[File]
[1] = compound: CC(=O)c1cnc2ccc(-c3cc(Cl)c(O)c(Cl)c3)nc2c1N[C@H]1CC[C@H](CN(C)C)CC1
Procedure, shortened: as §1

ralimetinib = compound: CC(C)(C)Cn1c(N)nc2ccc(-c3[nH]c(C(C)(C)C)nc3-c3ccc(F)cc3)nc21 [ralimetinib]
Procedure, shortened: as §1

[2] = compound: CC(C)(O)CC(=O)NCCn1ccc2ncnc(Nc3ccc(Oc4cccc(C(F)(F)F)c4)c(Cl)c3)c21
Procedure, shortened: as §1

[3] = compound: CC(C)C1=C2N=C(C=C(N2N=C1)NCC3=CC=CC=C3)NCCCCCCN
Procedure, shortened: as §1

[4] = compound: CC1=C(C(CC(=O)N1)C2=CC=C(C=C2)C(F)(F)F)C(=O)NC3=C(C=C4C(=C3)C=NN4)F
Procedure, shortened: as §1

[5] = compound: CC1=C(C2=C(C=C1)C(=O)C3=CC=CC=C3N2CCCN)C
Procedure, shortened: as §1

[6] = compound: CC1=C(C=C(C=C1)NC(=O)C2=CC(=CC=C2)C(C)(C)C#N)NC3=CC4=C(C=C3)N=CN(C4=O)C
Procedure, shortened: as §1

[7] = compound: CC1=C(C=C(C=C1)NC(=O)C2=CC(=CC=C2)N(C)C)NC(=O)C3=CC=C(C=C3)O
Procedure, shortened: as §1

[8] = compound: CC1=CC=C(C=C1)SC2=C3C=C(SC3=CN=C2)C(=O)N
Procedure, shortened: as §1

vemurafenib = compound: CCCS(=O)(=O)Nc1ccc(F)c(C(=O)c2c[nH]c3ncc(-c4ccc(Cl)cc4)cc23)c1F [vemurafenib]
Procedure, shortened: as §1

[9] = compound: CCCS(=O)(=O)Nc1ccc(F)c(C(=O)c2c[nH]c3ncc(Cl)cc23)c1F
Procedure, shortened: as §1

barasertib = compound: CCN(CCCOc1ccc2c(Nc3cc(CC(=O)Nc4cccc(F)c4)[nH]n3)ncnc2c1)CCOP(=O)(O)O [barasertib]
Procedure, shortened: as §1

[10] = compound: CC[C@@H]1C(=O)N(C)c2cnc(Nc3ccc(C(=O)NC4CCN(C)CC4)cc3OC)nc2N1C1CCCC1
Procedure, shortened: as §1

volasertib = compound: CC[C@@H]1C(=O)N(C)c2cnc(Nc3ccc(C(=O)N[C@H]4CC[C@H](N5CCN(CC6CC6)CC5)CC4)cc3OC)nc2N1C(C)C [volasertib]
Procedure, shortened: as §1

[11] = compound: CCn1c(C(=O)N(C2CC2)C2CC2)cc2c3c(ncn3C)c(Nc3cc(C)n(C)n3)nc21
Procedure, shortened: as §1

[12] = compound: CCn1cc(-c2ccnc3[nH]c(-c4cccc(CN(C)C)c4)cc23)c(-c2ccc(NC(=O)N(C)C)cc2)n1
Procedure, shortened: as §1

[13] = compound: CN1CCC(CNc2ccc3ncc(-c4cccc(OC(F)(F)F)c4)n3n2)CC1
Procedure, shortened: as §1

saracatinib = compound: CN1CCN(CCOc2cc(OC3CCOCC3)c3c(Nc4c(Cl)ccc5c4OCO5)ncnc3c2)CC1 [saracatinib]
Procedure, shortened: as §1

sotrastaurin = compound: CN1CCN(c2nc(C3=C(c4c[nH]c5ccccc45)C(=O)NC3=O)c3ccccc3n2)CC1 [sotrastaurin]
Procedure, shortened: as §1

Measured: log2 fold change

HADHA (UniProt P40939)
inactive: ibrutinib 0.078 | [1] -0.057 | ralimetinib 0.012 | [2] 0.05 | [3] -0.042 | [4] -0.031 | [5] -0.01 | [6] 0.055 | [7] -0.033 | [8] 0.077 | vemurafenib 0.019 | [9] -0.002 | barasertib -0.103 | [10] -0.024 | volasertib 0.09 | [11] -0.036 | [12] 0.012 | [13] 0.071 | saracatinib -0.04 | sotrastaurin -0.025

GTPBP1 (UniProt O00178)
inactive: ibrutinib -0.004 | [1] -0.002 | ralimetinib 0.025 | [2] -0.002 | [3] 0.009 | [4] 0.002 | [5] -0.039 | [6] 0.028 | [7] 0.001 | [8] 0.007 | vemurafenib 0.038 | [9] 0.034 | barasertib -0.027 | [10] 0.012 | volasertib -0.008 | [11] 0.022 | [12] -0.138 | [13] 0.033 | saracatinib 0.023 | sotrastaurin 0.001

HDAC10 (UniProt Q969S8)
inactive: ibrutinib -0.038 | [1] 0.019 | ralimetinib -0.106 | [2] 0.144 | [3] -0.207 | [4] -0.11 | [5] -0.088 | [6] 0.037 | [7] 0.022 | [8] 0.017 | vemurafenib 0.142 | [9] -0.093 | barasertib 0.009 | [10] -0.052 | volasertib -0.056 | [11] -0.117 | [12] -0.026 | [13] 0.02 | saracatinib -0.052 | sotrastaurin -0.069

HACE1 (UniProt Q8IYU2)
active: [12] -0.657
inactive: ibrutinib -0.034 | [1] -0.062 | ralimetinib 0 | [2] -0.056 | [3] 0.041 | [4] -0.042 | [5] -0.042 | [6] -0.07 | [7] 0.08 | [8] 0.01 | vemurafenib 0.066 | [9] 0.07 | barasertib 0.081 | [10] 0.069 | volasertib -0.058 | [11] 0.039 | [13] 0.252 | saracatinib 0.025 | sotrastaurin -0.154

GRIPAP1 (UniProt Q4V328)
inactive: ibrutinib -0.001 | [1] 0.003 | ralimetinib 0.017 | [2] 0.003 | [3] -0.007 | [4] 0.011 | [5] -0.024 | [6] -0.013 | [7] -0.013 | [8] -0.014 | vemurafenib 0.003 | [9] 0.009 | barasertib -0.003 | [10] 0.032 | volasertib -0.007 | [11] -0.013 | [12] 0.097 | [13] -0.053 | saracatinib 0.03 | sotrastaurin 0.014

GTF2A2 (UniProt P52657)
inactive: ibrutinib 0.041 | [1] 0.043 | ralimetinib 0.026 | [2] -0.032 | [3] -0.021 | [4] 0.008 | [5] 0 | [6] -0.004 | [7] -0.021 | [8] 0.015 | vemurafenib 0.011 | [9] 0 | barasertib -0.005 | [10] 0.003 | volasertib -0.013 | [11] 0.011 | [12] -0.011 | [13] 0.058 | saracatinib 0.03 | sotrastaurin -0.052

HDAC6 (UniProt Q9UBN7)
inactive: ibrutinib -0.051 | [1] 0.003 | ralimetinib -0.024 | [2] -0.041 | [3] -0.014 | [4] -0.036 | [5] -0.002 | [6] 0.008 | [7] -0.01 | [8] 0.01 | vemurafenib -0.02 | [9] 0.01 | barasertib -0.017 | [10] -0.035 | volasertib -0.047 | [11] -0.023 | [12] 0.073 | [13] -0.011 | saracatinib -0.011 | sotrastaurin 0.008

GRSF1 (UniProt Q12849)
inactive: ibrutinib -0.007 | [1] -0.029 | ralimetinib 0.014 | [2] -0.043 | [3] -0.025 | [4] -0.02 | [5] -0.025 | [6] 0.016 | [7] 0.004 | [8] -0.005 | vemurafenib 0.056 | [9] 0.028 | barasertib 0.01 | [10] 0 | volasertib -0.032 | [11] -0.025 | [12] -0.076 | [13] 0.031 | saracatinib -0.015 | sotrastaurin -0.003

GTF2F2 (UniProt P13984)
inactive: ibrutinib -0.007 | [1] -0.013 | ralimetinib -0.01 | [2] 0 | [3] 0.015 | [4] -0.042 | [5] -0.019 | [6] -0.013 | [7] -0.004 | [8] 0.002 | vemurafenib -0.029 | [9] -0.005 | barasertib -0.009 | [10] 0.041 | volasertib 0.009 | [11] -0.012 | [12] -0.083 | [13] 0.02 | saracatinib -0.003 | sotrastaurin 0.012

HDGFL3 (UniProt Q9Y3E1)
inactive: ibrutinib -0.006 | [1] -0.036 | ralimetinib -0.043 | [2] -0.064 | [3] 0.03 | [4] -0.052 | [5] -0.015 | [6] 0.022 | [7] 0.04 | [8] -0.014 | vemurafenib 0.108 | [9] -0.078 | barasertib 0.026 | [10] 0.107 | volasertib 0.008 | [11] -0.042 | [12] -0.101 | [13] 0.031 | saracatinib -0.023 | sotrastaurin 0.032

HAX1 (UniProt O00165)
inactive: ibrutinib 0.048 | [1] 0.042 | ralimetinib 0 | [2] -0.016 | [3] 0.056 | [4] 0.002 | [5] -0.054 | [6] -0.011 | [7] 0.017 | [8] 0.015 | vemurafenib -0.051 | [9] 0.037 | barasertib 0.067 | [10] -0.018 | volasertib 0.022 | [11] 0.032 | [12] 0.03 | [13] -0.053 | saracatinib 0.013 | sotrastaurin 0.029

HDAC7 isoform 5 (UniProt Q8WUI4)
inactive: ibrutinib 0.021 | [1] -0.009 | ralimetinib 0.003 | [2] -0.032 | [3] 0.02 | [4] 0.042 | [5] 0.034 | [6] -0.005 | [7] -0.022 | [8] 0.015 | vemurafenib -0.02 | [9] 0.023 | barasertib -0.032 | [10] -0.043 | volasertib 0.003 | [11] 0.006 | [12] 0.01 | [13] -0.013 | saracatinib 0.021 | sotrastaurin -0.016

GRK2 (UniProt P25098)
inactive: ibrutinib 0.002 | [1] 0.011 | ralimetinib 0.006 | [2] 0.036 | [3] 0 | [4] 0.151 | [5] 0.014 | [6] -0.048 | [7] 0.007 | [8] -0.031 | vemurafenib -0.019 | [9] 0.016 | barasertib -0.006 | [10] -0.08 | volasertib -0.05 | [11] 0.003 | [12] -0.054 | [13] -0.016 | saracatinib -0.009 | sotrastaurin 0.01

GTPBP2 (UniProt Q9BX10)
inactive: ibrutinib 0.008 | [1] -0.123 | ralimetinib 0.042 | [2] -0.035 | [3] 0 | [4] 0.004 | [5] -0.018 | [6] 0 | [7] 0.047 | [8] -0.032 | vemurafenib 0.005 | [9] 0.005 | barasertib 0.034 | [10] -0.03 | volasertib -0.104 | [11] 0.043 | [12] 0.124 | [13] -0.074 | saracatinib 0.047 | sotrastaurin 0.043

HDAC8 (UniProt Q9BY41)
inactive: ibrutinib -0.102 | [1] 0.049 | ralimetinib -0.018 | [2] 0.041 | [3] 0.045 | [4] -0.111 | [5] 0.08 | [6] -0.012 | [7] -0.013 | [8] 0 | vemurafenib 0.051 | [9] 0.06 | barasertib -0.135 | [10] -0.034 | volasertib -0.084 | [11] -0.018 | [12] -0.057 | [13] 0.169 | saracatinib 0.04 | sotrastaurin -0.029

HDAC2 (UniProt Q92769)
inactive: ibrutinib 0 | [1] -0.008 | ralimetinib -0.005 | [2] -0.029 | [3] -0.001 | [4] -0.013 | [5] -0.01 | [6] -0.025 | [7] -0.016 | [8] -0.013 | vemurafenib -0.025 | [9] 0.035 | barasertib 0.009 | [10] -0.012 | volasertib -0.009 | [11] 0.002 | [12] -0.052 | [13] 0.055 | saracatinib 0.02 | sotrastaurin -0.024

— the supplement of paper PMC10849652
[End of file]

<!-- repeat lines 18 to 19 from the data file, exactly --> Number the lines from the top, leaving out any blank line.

Procedure, shortened: as §1

vemurafenib = compound: CCCS(=O)(=O)Nc1ccc(F)c(C(=O)c2c[nH]c3ncc(-c4ccc(Cl)cc4)cc23)c1F [vemurafenib]